Managing operational risks, suitability, and lethality - those bits missing from a traditional developer’s view of test. Understanding these pieces requires deep operational experience. Even then, they’re mission dependent, and they’re difficult to pin down.
Understanding operational risk, suitability, and lethality is not part of a Cyber Capability Developer or Product Owner’s experience set. Even understanding our gaps in knowledge around operational risk, suitability, and lethality is not a part of our experience set.
At the 90th we don’t have an institutional way to know what to test around these issues, and we don’t have an institutional way to even realize we don’t know what to test.
Bringing the “Why” Back
I do see members, some Master and Senior developers, that inherently understand these issues. They understand what mission and capability-specific questions to ask of the operators. They understand the risk bounds, how to measure them economically, and how to document them and communicate them to operators so our customers can make decisions on employment.
That means - our system for managing operational risk, suitability, and lethality is personality dependent. It’s working for us today. There is a point in the future, however, where a personality dependent system will not work. It’s that point where the personalities leave our team.
On that day our capabilities will no longer meet our customers’ needs. Their trust in us, and USCYBERCOM’s trust in us, will erode. That’s unacceptable to me. We can take actions now that avoid that situation. We can institutionalize test.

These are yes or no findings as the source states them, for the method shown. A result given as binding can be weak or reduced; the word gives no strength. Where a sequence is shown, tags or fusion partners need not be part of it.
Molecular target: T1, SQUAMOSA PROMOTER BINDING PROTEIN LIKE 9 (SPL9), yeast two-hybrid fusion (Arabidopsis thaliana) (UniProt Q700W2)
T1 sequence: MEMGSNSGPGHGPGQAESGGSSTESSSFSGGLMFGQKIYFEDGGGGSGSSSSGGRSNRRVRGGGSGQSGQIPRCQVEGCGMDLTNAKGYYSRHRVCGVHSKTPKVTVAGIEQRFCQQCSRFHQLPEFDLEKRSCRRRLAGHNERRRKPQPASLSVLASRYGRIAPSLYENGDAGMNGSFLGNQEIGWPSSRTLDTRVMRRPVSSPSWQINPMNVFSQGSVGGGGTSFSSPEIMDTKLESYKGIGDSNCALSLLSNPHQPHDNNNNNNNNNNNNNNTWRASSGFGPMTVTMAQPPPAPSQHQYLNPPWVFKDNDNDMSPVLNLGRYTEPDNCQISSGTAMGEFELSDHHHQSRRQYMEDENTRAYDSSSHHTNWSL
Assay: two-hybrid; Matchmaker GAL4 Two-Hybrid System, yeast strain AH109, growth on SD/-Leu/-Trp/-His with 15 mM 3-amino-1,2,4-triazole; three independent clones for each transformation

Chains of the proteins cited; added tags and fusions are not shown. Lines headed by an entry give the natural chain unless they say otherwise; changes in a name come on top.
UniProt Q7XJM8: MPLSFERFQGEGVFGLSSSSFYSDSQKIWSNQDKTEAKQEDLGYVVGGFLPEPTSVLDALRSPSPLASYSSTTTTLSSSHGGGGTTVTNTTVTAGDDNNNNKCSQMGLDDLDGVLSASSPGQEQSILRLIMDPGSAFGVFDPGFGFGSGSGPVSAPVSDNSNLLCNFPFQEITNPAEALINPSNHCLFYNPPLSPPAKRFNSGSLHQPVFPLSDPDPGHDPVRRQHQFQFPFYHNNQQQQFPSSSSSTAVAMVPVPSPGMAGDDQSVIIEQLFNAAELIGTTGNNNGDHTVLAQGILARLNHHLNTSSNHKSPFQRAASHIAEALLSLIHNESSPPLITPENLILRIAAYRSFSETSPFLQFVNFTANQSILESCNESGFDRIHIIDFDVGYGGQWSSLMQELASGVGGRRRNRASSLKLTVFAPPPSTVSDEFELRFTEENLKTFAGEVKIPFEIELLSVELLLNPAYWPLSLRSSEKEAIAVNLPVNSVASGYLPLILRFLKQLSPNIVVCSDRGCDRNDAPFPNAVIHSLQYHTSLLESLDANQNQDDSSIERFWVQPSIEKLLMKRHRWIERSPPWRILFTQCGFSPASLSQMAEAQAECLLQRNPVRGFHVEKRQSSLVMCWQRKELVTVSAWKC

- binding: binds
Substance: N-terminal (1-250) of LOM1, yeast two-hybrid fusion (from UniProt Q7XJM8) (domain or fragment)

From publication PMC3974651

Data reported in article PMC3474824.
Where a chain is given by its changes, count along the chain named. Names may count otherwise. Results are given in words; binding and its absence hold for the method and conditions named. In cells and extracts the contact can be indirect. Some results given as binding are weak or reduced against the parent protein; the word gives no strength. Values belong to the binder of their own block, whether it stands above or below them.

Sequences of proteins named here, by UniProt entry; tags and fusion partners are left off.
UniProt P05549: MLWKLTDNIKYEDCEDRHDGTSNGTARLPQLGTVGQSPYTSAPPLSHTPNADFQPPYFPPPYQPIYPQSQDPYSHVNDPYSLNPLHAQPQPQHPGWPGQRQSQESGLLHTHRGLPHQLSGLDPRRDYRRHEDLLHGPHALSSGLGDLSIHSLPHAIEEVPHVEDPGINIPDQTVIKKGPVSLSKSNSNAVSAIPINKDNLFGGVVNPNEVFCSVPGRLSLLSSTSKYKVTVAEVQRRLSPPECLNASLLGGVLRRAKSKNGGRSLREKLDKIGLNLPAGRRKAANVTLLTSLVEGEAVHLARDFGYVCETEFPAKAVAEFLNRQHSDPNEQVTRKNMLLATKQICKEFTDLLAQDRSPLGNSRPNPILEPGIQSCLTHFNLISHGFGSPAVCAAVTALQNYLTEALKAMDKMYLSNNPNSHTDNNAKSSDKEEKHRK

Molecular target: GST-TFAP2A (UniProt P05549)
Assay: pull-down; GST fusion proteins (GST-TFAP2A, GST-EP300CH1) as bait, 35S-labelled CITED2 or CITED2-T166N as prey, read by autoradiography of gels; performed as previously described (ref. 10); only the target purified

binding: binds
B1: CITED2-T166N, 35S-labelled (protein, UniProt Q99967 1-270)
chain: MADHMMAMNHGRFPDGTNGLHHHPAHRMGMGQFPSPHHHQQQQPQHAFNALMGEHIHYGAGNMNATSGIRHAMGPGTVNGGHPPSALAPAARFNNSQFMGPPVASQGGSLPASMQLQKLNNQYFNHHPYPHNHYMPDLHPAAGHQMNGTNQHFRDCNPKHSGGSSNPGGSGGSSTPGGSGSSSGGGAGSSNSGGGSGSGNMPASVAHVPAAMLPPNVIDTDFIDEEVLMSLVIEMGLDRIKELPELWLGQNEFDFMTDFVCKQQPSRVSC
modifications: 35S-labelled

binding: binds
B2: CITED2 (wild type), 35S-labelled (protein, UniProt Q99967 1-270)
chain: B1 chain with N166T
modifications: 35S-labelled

This is one thing the bureaucratic DoD test system is designed to solve.
Today we have the freedom to pick a path to sustainable test that will maintain our community trust and operational effectiveness, provide information to support managing operational risk, suitability, and lethality, and avoid the bureaucracy that we want to avoid.
Building a Sustainable Test Culture
Continual improvement is a part of what it means to be a Shadow Warrior.
The continuous improvement cycle is to identify, plan, execute, and review.
- Identify opportunities for improvement.
- Plan a way to improve.
- Execute that plan to implement change.
- Review how the changes are affecting the team.
To continuously improve our capability test, we need personnel capable of completing these steps. Our existing teams will execute any plans that get made, but we need experienced test and operational personnel to help us identify opportunities for improvement, plan the improvement, and review our results.
We must begin today to leverage our internal and external test resources in a continuous improvement model.
Most of us already value maximizing test automation. Most of us understand that test, in the form of a tested capability, is a deliverable that 90 COS dev teams own.
The end state is a few years down the road. Today Functional Examiners will ensure we incorporate test into our processes, and will equip and shepherd development teams in tying function and unit testing into their products. But in the end state, Master, and to a lesser extent Senior, developers have a solid understanding of operational risk, what risk questions to ask operators, and what bounds exist around operator needs. Master and Senior developers mentor more junior personnel so that those personnel learn the needs, questions, and bounds. Test experts on our team and partnered remain in our organization in a coaching and continuous improvement role. Our team is more skilled, more effective, and more efficient than any other team. We deepen trust with operational partners and USCYBERCOM staff because we live a deep understanding of their needs.